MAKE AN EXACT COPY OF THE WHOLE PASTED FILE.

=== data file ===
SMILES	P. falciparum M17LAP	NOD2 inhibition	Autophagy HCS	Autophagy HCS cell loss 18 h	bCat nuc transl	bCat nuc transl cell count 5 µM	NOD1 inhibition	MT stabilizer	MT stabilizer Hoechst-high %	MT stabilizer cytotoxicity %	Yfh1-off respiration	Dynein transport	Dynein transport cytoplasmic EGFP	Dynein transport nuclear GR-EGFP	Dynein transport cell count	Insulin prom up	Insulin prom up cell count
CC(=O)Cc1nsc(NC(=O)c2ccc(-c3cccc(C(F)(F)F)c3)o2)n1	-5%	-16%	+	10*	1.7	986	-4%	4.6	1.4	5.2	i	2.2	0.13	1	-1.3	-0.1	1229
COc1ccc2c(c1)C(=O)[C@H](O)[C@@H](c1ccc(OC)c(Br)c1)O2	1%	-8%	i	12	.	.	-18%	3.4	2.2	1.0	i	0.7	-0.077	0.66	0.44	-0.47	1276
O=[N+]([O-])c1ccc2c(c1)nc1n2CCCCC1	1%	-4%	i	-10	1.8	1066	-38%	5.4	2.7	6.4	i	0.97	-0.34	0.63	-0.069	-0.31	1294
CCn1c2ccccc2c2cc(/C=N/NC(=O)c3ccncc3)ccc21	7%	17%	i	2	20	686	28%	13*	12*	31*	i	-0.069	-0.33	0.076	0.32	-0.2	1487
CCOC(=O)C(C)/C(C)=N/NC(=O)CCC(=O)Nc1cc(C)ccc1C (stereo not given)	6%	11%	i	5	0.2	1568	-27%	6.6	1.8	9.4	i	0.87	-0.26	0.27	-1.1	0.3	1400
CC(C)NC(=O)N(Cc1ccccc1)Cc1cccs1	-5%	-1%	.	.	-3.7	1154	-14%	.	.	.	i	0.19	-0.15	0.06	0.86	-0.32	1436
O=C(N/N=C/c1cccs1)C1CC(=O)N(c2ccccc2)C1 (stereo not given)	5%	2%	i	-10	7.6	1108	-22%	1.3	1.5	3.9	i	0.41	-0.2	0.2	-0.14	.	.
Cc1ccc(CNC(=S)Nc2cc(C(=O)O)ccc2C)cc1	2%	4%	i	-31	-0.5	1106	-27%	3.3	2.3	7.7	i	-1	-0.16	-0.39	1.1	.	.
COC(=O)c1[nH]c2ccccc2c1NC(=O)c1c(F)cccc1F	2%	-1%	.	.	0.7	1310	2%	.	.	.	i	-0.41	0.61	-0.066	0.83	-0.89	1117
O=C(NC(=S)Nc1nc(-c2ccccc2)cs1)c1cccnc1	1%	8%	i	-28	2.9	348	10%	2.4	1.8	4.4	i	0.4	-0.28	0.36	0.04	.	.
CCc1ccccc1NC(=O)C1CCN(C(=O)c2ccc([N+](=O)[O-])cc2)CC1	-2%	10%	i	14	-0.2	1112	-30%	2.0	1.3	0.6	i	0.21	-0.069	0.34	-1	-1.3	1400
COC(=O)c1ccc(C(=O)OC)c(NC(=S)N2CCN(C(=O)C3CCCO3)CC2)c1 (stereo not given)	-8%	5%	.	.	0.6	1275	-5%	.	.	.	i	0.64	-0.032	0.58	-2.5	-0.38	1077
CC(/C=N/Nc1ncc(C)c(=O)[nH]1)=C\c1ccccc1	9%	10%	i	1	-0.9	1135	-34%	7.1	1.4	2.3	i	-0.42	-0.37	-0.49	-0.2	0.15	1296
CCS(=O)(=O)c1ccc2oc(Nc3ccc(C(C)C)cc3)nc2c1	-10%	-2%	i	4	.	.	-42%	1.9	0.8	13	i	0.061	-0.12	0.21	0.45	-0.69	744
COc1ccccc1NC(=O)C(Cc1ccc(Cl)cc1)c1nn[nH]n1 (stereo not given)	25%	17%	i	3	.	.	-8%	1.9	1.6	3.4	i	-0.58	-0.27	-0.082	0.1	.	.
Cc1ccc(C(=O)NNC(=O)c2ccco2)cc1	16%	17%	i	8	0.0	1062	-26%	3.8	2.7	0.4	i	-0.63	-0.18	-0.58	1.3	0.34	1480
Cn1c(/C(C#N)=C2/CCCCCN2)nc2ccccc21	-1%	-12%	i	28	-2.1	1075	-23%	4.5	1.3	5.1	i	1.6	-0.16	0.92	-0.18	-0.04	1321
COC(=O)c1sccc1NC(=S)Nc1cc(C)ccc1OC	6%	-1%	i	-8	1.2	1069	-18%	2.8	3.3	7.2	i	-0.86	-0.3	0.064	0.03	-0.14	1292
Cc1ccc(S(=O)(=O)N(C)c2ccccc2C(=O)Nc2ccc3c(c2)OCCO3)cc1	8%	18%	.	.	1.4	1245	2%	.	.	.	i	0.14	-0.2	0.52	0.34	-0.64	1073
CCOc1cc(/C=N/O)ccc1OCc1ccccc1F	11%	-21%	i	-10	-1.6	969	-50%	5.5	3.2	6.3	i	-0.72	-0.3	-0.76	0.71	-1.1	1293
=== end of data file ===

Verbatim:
SMILES	P. falciparum M17LAP	NOD2 inhibition	Autophagy HCS	Autophagy HCS cell loss 18 h	bCat nuc transl	bCat nuc transl cell count 5 µM	NOD1 inhibition	MT stabilizer	MT stabilizer Hoechst-high %	MT stabilizer cytotoxicity %	Yfh1-off respiration	Dynein transport	Dynein transport cytoplasmic EGFP	Dynein transport nuclear GR-EGFP	Dynein transport cell count	Insulin prom up	Insulin prom up cell count
CC(=O)Cc1nsc(NC(=O)c2ccc(-c3cccc(C(F)(F)F)c3)o2)n1	-5%	-16%	+	10*	1.7	986	-4%	4.6	1.4	5.2	i	2.2	0.13	1	-1.3	-0.1	1229
COc1ccc2c(c1)C(=O)[C@H](O)[C@@H](c1ccc(OC)c(Br)c1)O2	1%	-8%	i	12	.	.	-18%	3.4	2.2	1.0	i	0.7	-0.077	0.66	0.44	-0.47	1276
O=[N+]([O-])c1ccc2c(c1)nc1n2CCCCC1	1%	-4%	i	-10	1.8	1066	-38%	5.4	2.7	6.4	i	0.97	-0.34	0.63	-0.069	-0.31	1294
CCn1c2ccccc2c2cc(/C=N/NC(=O)c3ccncc3)ccc21	7%	17%	i	2	20	686	28%	13*	12*	31*	i	-0.069	-0.33	0.076	0.32	-0.2	1487
CCOC(=O)C(C)/C(C)=N/NC(=O)CCC(=O)Nc1cc(C)ccc1C (stereo not given)	6%	11%	i	5	0.2	1568	-27%	6.6	1.8	9.4	i	0.87	-0.26	0.27	-1.1	0.3	1400
CC(C)NC(=O)N(Cc1ccccc1)Cc1cccs1	-5%	-1%	.	.	-3.7	1154	-14%	.	.	.	i	0.19	-0.15	0.06	0.86	-0.32	1436
O=C(N/N=C/c1cccs1)C1CC(=O)N(c2ccccc2)C1 (stereo not given)	5%	2%	i	-10	7.6	1108	-22%	1.3	1.5	3.9	i	0.41	-0.2	0.2	-0.14	.	.
Cc1ccc(CNC(=S)Nc2cc(C(=O)O)ccc2C)cc1	2%	4%	i	-31	-0.5	1106	-27%	3.3	2.3	7.7	i	-1	-0.16	-0.39	1.1	.	.
COC(=O)c1[nH]c2ccccc2c1NC(=O)c1c(F)cccc1F	2%	-1%	.	.	0.7	1310	2%	.	.	.	i	-0.41	0.61	-0.066	0.83	-0.89	1117
O=C(NC(=S)Nc1nc(-c2ccccc2)cs1)c1cccnc1	1%	8%	i	-28	2.9	348	10%	2.4	1.8	4.4	i	0.4	-0.28	0.36	0.04	.	.
CCc1ccccc1NC(=O)C1CCN(C(=O)c2ccc([N+](=O)[O-])cc2)CC1	-2%	10%	i	14	-0.2	1112	-30%	2.0	1.3	0.6	i	0.21	-0.069	0.34	-1	-1.3	1400
COC(=O)c1ccc(C(=O)OC)c(NC(=S)N2CCN(C(=O)C3CCCO3)CC2)c1 (stereo not given)	-8%	5%	.	.	0.6	1275	-5%	.	.	.	i	0.64	-0.032	0.58	-2.5	-0.38	1077
CC(/C=N/Nc1ncc(C)c(=O)[nH]1)=C\c1ccccc1	9%	10%	i	1	-0.9	1135	-34%	7.1	1.4	2.3	i	-0.42	-0.37	-0.49	-0.2	0.15	1296
CCS(=O)(=O)c1ccc2oc(Nc3ccc(C(C)C)cc3)nc2c1	-10%	-2%	i	4	.	.	-42%	1.9	0.8	13	i	0.061	-0.12	0.21	0.45	-0.69	744
COc1ccccc1NC(=O)C(Cc1ccc(Cl)cc1)c1nn[nH]n1 (stereo not given)	25%	17%	i	3	.	.	-8%	1.9	1.6	3.4	i	-0.58	-0.27	-0.082	0.1	.	.
Cc1ccc(C(=O)NNC(=O)c2ccco2)cc1	16%	17%	i	8	0.0	1062	-26%	3.8	2.7	0.4	i	-0.63	-0.18	-0.58	1.3	0.34	1480
Cn1c(/C(C#N)=C2/CCCCCN2)nc2ccccc21	-1%	-12%	i	28	-2.1	1075	-23%	4.5	1.3	5.1	i	1.6	-0.16	0.92	-0.18	-0.04	1321
COC(=O)c1sccc1NC(=S)Nc1cc(C)ccc1OC	6%	-1%	i	-8	1.2	1069	-18%	2.8	3.3	7.2	i	-0.86	-0.3	0.064	0.03	-0.14	1292
Cc1ccc(S(=O)(=O)N(C)c2ccccc2C(=O)Nc2ccc3c(c2)OCCO3)cc1	8%	18%	.	.	1.4	1245	2%	.	.	.	i	0.14	-0.2	0.52	0.34	-0.64	1073
CCOc1cc(/C=N/O)ccc1OCc1ccccc1F	11%	-21%	i	-10	-1.6	969	-50%	5.5	3.2	6.3	i	-0.72	-0.3	-0.76	0.71	-1.1	1293